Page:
I wish to take issue with Bwana Bunduki. Anderson's book was about more than the use of law in counter-insurgency. It detailed, as few other books have done, the extraordinary complexity of the Kenya crisis, with deep insight into what divided the Kikuyu people. It went on to analyse the great divisions on the British side, between senior judges and senior policemen, and generals, on the one hand, most of whom tried to uphold the laws of war and, on the other, magistrates, members of the security forces and, perhaps above all, the Provincial Administration who judged that loyalty to their Kikuyu allies required that the former avert their eyes from, and connive in the cover-ups, of the misdeeds of the latter. While Anderson is unsparing in his criticism, he is also deeply compassionate towards the victims of both Mau Mau and of British counter-insurgency, conscious of the historian's duty to understand, and sympathise with the conflicting demands of the past, as much as to pass judgment. The judgments he arrives at are, very properly, largely from the mouths of British actors at the time.
Comment Was this review helpful to you? Yes No Sending feedback...
Thank you for your feedback. If this review is inappropriate, please let us know.
Sorry, we failed to record your vote. Please try again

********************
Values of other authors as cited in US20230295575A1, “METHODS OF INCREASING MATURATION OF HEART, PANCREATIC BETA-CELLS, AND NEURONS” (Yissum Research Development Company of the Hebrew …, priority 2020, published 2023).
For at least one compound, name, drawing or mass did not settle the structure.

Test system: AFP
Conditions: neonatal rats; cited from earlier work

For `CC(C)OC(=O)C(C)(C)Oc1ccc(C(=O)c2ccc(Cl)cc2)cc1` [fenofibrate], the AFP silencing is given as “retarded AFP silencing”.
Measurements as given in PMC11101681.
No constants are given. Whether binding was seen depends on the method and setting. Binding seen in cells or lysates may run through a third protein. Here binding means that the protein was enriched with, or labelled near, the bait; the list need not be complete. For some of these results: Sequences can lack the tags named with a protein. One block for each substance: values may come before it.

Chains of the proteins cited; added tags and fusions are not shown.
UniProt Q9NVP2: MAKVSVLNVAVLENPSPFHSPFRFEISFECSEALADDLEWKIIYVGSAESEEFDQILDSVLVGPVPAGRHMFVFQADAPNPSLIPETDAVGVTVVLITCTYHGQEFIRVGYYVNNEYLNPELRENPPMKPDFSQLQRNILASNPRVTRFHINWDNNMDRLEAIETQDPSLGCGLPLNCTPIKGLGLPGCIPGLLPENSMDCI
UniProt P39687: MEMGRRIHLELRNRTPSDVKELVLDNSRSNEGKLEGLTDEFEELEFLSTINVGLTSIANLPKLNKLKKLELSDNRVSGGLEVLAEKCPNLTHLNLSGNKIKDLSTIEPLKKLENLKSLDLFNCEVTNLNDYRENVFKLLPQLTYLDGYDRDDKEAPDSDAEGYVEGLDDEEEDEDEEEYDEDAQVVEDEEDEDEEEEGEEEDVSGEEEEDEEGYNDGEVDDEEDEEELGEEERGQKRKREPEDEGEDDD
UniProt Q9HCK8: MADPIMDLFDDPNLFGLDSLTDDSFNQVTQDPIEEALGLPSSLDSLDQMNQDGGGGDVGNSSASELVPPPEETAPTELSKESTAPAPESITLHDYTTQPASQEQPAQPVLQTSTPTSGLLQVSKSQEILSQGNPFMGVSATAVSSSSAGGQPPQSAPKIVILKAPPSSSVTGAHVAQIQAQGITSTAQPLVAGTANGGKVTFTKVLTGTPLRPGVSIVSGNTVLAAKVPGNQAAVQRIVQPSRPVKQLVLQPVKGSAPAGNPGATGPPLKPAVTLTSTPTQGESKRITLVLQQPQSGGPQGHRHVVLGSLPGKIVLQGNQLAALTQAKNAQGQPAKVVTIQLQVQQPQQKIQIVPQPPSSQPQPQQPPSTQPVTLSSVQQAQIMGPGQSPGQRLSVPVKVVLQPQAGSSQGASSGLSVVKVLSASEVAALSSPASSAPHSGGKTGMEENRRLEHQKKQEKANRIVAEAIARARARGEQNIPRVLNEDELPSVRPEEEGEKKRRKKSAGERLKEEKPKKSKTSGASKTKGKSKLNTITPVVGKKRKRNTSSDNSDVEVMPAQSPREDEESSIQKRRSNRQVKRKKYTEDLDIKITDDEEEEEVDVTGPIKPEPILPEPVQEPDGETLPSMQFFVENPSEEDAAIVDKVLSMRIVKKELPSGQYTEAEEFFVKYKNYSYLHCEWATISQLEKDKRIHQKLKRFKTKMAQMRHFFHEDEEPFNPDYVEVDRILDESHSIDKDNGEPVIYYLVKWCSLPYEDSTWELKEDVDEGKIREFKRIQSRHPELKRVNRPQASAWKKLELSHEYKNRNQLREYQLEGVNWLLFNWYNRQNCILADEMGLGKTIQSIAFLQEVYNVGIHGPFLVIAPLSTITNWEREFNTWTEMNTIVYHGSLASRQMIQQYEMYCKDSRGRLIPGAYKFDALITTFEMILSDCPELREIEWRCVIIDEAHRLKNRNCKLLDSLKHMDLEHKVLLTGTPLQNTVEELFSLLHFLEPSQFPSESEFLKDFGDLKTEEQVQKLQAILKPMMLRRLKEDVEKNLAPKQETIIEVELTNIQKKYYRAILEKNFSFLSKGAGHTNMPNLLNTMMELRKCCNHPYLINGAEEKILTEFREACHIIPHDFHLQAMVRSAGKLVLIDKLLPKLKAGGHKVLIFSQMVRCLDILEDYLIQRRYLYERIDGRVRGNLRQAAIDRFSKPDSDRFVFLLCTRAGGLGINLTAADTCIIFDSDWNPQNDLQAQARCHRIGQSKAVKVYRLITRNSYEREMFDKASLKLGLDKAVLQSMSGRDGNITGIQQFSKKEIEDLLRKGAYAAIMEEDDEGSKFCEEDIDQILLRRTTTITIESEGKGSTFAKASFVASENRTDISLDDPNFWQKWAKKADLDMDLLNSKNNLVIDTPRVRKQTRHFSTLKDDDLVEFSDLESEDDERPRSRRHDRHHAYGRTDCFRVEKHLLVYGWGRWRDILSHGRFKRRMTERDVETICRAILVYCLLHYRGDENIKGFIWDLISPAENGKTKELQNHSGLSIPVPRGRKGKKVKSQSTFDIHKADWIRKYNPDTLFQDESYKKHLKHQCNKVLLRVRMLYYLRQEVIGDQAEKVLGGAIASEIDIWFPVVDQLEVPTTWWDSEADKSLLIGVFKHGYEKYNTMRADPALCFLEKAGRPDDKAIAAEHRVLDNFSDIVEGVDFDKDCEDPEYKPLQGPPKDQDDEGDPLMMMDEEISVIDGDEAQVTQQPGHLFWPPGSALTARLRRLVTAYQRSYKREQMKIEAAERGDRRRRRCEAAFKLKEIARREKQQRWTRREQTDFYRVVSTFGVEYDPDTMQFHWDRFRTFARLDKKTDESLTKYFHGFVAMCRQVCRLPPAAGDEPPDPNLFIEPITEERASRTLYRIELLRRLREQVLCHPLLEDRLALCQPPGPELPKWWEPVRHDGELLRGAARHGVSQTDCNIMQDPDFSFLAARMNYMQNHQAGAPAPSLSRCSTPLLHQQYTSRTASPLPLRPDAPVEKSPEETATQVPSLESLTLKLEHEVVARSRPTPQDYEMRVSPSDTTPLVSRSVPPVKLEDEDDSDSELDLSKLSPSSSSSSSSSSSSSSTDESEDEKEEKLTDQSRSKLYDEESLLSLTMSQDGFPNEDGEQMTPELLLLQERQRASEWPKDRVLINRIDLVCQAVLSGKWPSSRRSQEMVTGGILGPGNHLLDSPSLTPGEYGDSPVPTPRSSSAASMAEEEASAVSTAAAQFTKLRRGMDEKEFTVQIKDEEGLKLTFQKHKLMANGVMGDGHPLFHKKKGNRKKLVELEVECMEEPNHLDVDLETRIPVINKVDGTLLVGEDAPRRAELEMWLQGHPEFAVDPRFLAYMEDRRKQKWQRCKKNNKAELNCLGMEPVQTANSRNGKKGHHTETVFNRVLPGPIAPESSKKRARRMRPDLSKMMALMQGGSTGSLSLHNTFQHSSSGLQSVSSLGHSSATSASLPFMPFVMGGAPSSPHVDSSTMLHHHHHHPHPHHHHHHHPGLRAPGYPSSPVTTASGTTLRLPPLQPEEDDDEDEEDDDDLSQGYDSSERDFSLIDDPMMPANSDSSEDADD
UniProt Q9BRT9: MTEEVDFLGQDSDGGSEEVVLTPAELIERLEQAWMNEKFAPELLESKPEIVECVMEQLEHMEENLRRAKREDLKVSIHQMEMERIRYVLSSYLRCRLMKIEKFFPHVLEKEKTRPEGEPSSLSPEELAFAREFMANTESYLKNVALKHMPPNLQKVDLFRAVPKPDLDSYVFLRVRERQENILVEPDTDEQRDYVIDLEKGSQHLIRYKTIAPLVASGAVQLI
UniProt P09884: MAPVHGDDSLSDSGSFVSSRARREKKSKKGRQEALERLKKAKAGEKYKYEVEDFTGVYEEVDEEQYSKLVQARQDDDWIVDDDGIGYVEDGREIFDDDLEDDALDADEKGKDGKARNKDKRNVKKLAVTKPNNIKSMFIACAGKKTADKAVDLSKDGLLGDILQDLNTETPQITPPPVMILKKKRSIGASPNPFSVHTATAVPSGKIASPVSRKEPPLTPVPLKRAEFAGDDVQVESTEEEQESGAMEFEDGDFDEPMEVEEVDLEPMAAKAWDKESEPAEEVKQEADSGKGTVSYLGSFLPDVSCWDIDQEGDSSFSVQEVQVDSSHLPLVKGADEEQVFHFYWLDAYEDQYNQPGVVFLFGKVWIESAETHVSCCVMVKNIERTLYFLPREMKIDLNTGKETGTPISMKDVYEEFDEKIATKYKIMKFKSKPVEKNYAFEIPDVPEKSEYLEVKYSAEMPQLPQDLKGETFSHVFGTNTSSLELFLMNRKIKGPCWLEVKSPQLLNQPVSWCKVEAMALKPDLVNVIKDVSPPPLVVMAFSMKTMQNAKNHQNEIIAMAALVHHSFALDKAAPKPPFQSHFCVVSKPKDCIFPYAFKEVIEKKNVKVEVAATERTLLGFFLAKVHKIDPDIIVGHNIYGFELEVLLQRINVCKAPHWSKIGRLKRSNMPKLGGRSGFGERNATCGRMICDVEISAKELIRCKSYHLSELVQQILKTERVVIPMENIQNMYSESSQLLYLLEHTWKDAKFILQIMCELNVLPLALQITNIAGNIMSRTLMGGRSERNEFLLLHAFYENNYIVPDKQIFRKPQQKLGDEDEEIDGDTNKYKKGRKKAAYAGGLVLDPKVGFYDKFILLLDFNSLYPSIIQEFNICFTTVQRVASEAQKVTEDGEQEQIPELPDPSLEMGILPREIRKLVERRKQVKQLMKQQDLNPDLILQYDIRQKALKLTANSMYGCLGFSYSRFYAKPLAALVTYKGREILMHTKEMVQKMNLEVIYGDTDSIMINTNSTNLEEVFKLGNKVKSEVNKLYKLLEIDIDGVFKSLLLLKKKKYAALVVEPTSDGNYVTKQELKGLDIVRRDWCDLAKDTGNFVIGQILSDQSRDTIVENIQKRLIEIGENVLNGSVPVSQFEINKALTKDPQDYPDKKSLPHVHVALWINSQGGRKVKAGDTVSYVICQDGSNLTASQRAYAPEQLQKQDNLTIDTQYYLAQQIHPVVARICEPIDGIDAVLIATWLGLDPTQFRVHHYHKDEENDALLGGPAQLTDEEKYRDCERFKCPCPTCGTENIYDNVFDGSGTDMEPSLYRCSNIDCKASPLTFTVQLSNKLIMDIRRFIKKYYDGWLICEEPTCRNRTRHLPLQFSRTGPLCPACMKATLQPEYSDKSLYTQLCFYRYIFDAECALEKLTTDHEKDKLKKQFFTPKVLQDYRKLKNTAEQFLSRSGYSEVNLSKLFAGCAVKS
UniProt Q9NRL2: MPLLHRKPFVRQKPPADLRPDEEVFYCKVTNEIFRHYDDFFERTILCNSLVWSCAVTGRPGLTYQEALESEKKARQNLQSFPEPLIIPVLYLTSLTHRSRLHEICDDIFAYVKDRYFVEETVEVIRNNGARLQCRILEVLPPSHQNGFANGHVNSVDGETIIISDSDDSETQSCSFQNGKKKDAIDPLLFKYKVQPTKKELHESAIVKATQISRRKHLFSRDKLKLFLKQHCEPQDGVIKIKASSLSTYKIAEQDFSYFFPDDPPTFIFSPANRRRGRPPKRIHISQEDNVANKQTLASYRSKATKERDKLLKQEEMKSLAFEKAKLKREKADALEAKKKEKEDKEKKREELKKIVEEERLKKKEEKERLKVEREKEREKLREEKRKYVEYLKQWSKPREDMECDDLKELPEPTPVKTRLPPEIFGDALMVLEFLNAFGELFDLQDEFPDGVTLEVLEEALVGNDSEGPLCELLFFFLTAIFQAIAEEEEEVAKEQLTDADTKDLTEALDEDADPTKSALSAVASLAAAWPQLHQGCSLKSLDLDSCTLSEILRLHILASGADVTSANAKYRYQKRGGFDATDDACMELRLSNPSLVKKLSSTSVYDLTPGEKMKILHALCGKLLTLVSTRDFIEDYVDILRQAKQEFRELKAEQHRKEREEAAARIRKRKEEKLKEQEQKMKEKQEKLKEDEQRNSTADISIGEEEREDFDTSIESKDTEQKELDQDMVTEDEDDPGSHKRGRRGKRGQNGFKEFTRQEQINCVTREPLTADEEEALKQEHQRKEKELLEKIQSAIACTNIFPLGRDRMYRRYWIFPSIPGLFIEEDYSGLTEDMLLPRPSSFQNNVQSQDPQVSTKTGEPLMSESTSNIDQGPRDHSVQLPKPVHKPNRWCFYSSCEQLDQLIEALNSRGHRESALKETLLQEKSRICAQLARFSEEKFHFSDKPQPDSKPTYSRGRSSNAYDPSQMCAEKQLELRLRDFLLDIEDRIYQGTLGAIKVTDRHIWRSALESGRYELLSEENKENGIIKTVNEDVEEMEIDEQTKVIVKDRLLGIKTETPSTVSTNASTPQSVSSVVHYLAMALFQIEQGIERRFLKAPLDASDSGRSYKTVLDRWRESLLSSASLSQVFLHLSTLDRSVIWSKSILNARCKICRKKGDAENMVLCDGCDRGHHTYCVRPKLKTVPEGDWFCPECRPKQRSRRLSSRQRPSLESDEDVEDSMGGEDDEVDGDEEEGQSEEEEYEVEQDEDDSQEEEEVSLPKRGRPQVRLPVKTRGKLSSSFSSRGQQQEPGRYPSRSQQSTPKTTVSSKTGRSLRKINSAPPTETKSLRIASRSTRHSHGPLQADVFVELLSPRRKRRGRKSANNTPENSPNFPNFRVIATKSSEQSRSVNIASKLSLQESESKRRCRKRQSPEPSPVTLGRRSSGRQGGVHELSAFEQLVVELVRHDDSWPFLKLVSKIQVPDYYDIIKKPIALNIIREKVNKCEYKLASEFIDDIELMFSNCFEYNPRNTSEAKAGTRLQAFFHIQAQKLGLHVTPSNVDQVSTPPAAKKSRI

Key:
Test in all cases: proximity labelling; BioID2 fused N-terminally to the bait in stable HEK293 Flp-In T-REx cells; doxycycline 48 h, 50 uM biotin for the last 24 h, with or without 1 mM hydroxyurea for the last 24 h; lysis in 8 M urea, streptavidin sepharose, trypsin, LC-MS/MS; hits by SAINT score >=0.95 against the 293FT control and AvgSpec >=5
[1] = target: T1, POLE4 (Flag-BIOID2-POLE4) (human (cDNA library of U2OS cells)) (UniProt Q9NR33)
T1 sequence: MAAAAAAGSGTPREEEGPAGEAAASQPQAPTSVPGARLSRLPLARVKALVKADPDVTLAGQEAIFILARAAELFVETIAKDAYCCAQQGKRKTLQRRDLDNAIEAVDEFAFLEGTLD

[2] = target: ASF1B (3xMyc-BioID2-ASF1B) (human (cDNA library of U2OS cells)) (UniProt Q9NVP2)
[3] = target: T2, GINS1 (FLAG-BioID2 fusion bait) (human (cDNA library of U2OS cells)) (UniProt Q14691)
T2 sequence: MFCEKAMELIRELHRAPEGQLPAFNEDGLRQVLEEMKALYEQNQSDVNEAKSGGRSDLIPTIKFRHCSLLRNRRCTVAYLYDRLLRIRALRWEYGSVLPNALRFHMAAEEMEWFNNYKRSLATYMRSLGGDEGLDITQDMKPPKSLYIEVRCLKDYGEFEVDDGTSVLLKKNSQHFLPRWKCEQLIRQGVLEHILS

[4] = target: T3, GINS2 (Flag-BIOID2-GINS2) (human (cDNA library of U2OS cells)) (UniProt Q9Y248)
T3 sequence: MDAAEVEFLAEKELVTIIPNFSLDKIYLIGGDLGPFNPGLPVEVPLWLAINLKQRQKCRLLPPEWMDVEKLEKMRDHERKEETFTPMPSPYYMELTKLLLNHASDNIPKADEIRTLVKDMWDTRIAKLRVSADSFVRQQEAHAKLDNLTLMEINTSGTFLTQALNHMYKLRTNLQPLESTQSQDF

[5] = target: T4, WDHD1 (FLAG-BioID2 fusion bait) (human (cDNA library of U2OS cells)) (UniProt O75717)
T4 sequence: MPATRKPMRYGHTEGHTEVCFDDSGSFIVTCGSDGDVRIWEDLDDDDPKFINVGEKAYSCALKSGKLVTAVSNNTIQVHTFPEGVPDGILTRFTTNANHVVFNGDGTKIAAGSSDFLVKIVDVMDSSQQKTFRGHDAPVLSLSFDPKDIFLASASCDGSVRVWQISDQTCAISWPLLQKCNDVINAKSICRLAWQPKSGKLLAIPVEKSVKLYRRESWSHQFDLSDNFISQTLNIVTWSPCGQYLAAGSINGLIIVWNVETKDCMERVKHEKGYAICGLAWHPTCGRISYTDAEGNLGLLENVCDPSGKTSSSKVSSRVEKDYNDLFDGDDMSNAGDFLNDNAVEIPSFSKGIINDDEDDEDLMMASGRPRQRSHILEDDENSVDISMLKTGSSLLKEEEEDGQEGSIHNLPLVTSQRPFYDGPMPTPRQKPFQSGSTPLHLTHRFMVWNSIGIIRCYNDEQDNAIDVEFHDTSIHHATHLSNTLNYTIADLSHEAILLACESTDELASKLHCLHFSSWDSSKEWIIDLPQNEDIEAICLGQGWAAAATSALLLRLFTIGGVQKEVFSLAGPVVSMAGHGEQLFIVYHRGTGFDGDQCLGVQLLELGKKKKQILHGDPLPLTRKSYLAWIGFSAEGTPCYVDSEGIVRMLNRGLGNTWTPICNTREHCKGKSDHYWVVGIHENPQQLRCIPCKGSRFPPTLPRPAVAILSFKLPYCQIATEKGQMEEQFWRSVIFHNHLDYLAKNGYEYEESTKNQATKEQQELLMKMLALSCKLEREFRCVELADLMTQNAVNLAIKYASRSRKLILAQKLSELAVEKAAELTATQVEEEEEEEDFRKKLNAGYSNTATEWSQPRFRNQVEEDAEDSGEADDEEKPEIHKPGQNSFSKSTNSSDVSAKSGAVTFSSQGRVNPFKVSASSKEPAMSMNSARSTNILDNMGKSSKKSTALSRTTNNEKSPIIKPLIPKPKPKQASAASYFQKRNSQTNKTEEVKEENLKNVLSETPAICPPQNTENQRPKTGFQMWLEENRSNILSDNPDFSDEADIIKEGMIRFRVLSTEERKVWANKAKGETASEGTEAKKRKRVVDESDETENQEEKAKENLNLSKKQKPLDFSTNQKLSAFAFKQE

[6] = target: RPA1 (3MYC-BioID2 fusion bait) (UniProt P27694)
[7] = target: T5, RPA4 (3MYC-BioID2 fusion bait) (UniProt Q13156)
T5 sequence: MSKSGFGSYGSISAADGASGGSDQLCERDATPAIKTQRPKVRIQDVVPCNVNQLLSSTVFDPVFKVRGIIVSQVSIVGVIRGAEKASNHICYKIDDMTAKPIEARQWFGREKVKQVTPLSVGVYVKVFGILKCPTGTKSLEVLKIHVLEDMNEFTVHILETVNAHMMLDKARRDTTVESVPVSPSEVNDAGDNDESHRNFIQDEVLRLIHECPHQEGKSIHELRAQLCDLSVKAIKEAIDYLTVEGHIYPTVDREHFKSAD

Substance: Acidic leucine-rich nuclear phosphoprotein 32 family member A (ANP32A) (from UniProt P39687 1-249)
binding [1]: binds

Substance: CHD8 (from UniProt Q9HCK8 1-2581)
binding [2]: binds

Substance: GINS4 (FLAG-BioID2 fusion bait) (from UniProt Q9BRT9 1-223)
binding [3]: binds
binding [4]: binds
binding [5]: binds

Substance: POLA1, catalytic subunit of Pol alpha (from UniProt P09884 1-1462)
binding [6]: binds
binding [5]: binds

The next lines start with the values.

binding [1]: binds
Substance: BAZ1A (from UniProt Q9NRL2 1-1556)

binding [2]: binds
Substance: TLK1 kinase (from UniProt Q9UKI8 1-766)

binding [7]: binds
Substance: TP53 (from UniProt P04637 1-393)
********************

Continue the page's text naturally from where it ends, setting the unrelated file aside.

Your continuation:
8 of 9 people found the following review helpful By D. P. Branch on 19 Jun. 2007
Format: Paperback
This book is a powerful, revelatory and balanced account of the Mau Mau rebellion and the British response to it. Because Anderson's conclusions are grounded in documentary evidence produced by the colonial authorities, his criticisms of the counter-insurgency campaign carry much weight. Well-written and incisive, Anderson treats all of his subjects judiciously and in an even-handed manner. This book is undeserving of the misguided criticisms made of it by Bwana Bunduki below. This is a fine example of historical scholarship at its very best.
Comment Was this review helpful to you? Yes No Sending feedback...
Thank you for your feedback. If this review is inappropriate, please let us know.
Sorry, we failed to record your vote. Please try again
4 of 5 people found the following review helpful By Robert W. Blunt on 19 Jun. 2007
Format: Paperback
For those interested in the historical and social processes through which the law becomes the condition of possibility for the extreme persecution not only of political adversaries but of entire categories of citizens, read "Histories of the Hanged." Anderson has provided a careful interrogation of the colonial legal record that seriously undermines any easy claim to the legitimacy of systematic and lethal state force carried out in the name of the law.
Comment Was this review helpful to you? Yes No Sending feedback...
Thank you for your feedback. If this review is inappropriate, please let us know.
Sorry, we failed to record your vote. Please try again
Format: Kindle Edition Verified Purchase